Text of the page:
Enable the camera grid

To help take level photos, open the Settings app, tap Photos & Camera then toggle the Grid switch on. These will overlay a 2×3 grid to help you line up the horizon or vertical objects.

Grid iPhone camera


Follow the rule of thirds

By following the rule of thirds it’s easy to snap captivating images. Enable the camera grid (see above) and the preview window will be broken into nine sections. Points of interest (such as a face or flower) should be located on any intersecting lines, horizons should be located along a horizontal grid line and vertical objects should be placed over a vertical line.

Rule of thirds


Don’t place objects or people in the middle of the frame

When taking a photo of someone, the most natural thing to do is locate the subjects face in the middle of the image. Try to avoid this, as it contradicts the rule of thirds. It also produces a rather boring photo. Instead, locate the subject to the side, ideally one third from the edge of the screen, as this will produce a more harmonious image.


Compose your photos diagonally

Sounds like mumbo-jumbo at first, but in practice this technique improves photos considerably. The basic rule is to place two interesting objects diagonally from each other, so one in the upper left third of the screen, and the other in the bottom right third. This prevents empty areas from occurring and makes images more visually interesting.

Photo diagonally rule


Use leading lines

When looking at photos the eye likes to be led through the picture. An easy way to do this is to place a leading line towards a subject, object or horizon. A leading line is usually an object that stretches away from the camera. It might be the edge of a wall, a pathway, a railing or any other object with a long edge. Don’t place a leading line horizontally or vertically, but instead at an angle.

Leading line in a photo


Don’t zoom, just move closer

iPhones, iPads and iPod touches all include a digital zoom, which is enabled by pinching on the camera preview window with two fingers. This isn’t a real zoom, but instead a digital zoom that simply enlarges the images. It’s not very good and results in slightly blurry photos. Instead, use your feet and move forward (if safe to do so).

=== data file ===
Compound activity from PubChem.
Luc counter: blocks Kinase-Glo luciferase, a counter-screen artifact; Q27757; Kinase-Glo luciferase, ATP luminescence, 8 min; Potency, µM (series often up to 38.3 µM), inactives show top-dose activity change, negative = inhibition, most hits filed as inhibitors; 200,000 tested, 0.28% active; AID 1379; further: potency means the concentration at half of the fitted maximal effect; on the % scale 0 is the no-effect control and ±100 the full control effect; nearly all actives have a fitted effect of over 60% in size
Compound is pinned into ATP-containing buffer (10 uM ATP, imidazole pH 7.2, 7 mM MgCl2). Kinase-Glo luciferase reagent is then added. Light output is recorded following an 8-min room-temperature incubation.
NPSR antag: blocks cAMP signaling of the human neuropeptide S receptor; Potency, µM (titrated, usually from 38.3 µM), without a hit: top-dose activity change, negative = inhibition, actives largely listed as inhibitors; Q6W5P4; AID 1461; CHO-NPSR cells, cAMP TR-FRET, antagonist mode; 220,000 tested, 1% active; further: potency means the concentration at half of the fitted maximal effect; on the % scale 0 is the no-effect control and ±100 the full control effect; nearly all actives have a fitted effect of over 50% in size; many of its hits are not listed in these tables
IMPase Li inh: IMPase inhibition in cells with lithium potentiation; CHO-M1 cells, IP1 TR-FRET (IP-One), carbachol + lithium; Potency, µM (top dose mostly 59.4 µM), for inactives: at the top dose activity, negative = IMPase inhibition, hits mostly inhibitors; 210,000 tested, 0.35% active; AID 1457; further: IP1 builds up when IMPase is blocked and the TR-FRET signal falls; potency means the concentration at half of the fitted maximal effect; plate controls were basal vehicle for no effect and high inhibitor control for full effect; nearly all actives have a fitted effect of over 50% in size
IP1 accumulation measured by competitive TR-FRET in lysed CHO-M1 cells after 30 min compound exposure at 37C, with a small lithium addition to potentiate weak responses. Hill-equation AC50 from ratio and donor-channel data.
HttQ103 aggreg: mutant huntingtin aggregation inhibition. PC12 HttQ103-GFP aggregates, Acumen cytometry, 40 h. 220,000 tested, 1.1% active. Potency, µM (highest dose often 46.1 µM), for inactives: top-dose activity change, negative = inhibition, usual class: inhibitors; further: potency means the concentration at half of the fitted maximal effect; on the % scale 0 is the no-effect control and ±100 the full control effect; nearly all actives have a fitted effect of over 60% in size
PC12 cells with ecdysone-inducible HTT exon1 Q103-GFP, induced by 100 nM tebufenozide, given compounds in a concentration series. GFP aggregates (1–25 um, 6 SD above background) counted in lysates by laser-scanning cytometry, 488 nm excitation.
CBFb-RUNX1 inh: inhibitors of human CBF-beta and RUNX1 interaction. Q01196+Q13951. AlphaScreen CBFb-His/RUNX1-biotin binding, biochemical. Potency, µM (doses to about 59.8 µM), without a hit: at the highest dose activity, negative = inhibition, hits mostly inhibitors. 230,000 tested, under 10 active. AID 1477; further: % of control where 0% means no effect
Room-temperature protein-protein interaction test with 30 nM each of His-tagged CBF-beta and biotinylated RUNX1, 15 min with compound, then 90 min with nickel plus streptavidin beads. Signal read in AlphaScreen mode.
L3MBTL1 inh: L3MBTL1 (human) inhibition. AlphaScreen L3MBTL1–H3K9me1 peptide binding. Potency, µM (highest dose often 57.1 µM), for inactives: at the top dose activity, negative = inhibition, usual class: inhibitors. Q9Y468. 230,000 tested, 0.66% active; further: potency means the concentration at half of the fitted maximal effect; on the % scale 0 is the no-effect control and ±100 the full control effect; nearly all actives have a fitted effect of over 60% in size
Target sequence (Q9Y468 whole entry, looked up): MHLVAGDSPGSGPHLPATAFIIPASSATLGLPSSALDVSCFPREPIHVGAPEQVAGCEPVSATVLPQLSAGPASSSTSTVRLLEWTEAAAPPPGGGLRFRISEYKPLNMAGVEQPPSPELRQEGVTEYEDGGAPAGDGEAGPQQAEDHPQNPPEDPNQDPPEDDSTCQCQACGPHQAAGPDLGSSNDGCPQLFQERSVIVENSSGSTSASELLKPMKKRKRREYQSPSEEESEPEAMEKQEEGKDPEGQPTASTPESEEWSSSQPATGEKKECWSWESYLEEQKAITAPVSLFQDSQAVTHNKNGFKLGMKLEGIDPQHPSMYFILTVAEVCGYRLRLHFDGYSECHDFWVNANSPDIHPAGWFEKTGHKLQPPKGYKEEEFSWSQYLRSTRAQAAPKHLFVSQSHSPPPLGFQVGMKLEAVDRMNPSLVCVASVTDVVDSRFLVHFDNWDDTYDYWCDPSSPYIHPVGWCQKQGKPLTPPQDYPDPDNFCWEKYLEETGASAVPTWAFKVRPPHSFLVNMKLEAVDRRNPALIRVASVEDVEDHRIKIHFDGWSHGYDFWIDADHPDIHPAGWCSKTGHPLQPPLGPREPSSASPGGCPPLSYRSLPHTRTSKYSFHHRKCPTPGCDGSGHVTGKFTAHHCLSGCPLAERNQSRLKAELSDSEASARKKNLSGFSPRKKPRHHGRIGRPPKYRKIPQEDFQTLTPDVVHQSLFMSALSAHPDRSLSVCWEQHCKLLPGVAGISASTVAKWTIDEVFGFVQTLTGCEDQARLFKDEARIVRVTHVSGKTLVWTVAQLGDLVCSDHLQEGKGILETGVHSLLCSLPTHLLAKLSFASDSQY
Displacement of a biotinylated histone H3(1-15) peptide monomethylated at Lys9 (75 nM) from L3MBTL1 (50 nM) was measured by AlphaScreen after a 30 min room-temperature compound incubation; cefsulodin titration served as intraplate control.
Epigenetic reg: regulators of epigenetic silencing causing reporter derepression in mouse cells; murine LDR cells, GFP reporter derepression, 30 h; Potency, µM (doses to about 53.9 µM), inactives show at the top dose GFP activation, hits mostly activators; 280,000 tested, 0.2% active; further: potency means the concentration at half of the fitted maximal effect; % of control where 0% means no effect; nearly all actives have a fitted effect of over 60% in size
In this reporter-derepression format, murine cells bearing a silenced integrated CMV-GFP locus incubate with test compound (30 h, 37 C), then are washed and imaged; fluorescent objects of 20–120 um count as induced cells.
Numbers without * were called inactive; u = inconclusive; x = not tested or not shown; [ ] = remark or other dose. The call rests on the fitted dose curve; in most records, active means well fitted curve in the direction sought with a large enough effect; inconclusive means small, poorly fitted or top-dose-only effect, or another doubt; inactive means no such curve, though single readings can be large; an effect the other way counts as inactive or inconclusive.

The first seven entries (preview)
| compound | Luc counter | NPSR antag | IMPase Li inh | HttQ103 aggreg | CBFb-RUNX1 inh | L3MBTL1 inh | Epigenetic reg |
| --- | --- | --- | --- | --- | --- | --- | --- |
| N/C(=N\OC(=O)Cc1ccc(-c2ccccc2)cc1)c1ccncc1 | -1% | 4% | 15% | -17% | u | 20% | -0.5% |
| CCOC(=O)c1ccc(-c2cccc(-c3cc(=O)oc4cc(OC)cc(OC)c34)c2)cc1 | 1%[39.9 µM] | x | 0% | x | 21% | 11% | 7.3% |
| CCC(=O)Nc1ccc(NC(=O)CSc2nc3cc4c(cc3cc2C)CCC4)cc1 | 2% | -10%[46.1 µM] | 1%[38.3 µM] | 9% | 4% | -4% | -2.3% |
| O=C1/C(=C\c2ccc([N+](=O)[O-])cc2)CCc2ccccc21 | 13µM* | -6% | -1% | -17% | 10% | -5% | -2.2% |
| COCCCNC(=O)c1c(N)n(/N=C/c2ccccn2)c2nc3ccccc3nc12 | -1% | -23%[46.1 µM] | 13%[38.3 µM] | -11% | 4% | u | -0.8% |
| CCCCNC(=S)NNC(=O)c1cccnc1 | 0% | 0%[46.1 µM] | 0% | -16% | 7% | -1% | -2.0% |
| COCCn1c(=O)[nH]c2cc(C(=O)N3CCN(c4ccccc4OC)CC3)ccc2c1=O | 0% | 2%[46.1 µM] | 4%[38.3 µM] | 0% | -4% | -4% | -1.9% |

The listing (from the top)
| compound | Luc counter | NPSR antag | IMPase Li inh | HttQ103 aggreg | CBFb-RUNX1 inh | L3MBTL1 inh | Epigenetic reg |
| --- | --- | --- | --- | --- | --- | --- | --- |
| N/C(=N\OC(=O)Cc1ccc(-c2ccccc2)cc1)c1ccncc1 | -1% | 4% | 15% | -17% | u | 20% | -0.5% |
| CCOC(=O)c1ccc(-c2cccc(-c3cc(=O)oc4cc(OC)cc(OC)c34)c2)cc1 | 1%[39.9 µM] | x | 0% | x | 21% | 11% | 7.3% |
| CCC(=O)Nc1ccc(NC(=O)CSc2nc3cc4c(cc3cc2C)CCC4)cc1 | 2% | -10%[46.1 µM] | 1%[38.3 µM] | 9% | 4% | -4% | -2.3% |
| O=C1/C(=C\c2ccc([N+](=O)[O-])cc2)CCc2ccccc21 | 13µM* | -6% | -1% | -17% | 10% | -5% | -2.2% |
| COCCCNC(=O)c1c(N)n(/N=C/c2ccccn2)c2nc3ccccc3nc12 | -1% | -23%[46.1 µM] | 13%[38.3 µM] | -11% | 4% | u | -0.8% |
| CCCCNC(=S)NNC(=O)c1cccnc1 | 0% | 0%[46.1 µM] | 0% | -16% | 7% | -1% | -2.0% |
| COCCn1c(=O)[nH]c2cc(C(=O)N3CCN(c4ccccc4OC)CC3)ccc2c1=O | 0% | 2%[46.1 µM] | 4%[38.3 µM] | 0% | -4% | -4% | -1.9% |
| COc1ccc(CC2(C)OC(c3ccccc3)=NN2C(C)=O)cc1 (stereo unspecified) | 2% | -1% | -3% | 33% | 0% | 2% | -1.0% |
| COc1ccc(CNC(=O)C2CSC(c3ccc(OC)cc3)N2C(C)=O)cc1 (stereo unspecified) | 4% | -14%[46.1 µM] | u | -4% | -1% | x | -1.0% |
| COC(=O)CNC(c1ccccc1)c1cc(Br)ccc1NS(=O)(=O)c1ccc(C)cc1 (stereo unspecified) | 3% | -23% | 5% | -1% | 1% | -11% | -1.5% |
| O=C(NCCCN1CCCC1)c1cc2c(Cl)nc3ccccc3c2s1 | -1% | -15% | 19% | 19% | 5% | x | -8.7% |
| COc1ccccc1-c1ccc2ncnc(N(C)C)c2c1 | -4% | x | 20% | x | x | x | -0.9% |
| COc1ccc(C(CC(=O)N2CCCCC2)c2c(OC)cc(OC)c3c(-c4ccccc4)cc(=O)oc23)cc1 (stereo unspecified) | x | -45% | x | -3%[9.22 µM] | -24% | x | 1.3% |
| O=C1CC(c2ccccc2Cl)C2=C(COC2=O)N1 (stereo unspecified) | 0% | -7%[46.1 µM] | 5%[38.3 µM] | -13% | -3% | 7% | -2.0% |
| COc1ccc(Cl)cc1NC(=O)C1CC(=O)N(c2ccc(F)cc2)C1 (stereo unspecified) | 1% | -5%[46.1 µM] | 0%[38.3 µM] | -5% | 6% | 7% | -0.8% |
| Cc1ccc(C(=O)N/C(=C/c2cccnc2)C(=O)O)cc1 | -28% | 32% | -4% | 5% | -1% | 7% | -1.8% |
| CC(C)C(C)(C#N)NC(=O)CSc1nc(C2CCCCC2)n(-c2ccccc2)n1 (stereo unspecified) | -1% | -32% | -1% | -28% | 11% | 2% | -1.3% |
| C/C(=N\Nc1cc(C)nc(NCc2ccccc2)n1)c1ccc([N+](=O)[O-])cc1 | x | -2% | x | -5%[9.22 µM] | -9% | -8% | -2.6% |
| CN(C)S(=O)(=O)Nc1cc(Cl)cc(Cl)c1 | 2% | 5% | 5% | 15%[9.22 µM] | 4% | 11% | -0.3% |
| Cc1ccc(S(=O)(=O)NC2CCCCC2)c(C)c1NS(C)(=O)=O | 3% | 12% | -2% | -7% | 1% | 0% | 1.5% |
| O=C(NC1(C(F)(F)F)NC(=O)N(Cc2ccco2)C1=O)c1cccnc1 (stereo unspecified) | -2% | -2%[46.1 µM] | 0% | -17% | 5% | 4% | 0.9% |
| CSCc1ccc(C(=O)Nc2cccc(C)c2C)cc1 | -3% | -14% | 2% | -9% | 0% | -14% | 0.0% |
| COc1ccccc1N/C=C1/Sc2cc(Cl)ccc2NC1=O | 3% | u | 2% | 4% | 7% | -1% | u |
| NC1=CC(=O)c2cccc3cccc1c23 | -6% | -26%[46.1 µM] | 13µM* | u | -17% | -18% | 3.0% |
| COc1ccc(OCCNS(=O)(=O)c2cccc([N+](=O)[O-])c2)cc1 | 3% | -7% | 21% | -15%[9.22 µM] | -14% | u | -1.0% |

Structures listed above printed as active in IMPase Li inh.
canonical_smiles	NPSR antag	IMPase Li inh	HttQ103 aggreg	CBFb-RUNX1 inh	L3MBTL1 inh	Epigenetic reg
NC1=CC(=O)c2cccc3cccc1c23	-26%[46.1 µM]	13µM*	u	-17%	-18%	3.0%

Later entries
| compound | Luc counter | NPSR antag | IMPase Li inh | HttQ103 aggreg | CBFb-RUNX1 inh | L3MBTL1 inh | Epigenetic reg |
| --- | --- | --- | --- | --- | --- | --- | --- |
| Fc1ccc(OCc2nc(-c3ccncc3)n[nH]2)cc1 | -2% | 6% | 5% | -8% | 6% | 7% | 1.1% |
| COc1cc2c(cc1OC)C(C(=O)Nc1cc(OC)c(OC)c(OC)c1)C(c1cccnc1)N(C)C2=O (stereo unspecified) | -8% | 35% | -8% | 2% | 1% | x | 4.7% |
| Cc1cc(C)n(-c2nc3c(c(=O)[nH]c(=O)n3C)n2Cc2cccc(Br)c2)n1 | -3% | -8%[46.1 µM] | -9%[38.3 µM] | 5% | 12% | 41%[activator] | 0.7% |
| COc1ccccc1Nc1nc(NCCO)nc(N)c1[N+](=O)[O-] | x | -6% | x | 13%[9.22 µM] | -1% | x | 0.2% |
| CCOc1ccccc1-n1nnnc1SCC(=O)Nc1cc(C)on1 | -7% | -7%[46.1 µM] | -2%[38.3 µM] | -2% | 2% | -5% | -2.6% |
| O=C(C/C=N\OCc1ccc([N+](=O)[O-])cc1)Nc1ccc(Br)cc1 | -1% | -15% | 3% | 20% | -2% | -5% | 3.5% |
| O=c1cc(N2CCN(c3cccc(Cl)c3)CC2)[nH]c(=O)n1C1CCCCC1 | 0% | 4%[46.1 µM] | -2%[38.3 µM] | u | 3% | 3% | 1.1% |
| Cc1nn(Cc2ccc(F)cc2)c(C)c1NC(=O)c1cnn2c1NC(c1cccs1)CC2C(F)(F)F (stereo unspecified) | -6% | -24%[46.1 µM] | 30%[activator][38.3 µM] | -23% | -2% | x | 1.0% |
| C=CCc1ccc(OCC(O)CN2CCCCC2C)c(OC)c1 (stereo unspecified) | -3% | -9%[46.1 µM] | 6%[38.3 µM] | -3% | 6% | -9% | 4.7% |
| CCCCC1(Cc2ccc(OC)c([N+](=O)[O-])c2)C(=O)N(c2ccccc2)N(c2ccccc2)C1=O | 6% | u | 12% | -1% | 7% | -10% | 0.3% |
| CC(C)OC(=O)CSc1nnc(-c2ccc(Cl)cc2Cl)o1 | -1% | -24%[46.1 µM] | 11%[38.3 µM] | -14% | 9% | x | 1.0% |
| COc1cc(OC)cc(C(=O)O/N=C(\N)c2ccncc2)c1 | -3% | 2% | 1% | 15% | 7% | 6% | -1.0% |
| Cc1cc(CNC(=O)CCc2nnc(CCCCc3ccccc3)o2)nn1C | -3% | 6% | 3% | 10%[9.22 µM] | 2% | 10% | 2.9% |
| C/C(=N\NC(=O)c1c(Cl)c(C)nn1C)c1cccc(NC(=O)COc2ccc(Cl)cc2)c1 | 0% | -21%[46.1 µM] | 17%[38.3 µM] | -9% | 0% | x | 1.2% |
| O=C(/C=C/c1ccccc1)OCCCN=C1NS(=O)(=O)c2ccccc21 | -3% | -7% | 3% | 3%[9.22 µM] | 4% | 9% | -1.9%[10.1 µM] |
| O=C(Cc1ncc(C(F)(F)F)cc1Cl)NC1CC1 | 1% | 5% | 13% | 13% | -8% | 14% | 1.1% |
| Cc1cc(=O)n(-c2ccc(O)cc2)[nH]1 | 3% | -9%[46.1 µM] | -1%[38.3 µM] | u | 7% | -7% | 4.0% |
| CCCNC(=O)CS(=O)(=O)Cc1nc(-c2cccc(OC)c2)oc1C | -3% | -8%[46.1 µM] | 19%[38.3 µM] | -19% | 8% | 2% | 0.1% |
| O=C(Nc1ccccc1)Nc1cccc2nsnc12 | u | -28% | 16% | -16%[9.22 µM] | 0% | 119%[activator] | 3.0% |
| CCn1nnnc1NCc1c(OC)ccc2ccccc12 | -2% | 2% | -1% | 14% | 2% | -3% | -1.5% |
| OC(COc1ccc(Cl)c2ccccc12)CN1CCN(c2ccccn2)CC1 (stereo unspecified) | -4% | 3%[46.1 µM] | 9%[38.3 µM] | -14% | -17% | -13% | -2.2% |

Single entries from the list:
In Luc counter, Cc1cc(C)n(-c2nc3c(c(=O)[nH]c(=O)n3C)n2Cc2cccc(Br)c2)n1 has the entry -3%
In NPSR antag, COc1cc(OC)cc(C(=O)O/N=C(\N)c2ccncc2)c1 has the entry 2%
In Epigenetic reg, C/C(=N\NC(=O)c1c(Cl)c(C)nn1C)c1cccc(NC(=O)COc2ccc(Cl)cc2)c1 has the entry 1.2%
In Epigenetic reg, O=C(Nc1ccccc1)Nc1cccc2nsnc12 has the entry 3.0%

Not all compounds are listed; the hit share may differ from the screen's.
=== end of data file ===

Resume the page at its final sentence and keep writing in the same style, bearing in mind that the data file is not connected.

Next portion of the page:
Clean the lens

If your photos are coming out a little smudged or steamy (no, not that kind of steamy), then there’s probably a layer of grease or sweat over the lens. This is a symptom of a flat, exposed lens being placed on the back of a mobile device. It seems obvious, but the easiest way to clean it off is to wipe the lens with a sleeve.


Shoot in HDR mode

HDR photos combine three separate images taken at different exposures, which results in an image that doesn’t suffer from bright spots or dark shadows. Using iOS 7 the camera will instantly analyse an environment and automatically take a HDR photo if it thinks one is needed (for example if you’re shooting towards the sun and a subject is stood in front of it). However, you can force HDR mode to stay on or off by tapping the HDR Auto text on the left side of the screen.

HDR before after iPhone


Shoot in a well-lit environment

Both iPhone and iPad struggle under low lighting conditions. Film in a dark environment and you’ll see grain and blur in any footage you shoot. To avoid this, aim to shoot in daylight conditions, or when bright, even lighting is available. Avoid filming towards a light source too, as this produces glare and strong contrast. For a professional touch, you can use portable lighting such as the Coleman QUAD Lantern, which can light an environment for up to 75 hours on 8 “D” batteries.

Focus manually

You can manually focus the camera by simply tapping an area of the screen while filming. This is a great way to draw the viewers eye to a particular part of the screen. You can also force the focus and white balance by tapping and holding your finger on an area. This will prevent the camera from refocusing and adjusting the brightness balance while the camera moves.

Focus iPhone

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